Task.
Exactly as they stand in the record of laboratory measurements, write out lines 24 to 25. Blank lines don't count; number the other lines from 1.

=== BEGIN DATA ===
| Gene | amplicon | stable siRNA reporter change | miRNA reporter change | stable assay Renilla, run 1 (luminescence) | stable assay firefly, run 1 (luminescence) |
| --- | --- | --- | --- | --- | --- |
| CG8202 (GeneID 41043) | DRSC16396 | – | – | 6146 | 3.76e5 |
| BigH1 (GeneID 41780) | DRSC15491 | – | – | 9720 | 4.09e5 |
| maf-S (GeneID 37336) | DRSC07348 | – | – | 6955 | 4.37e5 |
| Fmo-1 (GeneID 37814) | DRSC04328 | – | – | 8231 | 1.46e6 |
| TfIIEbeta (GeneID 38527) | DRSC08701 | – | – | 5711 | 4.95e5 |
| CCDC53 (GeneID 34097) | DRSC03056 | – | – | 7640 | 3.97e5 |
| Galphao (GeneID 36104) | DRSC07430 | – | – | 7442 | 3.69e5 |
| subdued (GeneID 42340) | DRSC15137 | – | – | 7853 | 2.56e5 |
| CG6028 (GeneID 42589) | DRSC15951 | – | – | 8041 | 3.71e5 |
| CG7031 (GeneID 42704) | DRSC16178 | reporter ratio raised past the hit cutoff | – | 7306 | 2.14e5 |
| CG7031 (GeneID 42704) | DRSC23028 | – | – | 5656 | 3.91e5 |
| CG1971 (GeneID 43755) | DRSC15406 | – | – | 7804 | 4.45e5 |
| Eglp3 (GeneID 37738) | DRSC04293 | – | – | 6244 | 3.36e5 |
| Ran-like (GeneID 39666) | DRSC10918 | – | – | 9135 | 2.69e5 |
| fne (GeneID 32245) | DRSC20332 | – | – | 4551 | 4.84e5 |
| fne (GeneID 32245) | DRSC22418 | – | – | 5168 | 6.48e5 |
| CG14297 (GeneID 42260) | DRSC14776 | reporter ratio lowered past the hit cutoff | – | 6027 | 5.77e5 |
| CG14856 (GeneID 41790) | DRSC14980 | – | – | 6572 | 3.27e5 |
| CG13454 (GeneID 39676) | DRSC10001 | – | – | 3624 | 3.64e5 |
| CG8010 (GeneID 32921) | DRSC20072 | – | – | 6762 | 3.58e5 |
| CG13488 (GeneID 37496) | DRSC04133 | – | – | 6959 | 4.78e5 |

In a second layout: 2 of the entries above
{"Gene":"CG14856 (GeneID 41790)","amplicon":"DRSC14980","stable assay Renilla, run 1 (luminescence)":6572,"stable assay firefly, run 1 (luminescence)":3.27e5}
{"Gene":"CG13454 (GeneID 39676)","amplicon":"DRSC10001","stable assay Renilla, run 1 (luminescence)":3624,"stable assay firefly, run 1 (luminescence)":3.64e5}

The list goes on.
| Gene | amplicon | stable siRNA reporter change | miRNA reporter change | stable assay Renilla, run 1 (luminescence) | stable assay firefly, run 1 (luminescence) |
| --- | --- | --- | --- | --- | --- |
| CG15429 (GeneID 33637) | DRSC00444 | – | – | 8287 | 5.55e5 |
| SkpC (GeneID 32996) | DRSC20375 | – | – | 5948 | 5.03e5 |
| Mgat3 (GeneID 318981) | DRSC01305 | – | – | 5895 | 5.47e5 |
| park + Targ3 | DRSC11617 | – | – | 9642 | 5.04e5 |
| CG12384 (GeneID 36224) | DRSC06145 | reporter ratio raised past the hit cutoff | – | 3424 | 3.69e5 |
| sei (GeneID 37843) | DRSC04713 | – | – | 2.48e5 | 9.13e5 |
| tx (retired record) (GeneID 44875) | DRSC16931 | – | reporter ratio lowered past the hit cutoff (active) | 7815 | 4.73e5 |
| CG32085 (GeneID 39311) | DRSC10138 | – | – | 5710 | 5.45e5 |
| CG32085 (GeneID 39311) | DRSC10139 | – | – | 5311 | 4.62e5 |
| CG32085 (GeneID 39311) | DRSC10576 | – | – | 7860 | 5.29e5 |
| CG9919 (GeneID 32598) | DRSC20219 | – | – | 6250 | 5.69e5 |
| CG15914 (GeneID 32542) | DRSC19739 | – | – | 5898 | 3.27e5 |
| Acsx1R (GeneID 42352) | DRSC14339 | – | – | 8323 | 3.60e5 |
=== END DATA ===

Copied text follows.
In a second layout: 2 of the entries above
{"Gene":"CG14856 (GeneID 41790)","amplicon":"DRSC14980","stable assay Renilla, run 1 (luminescence)":6572,"stable assay firefly, run 1 (luminescence)":3.27e5}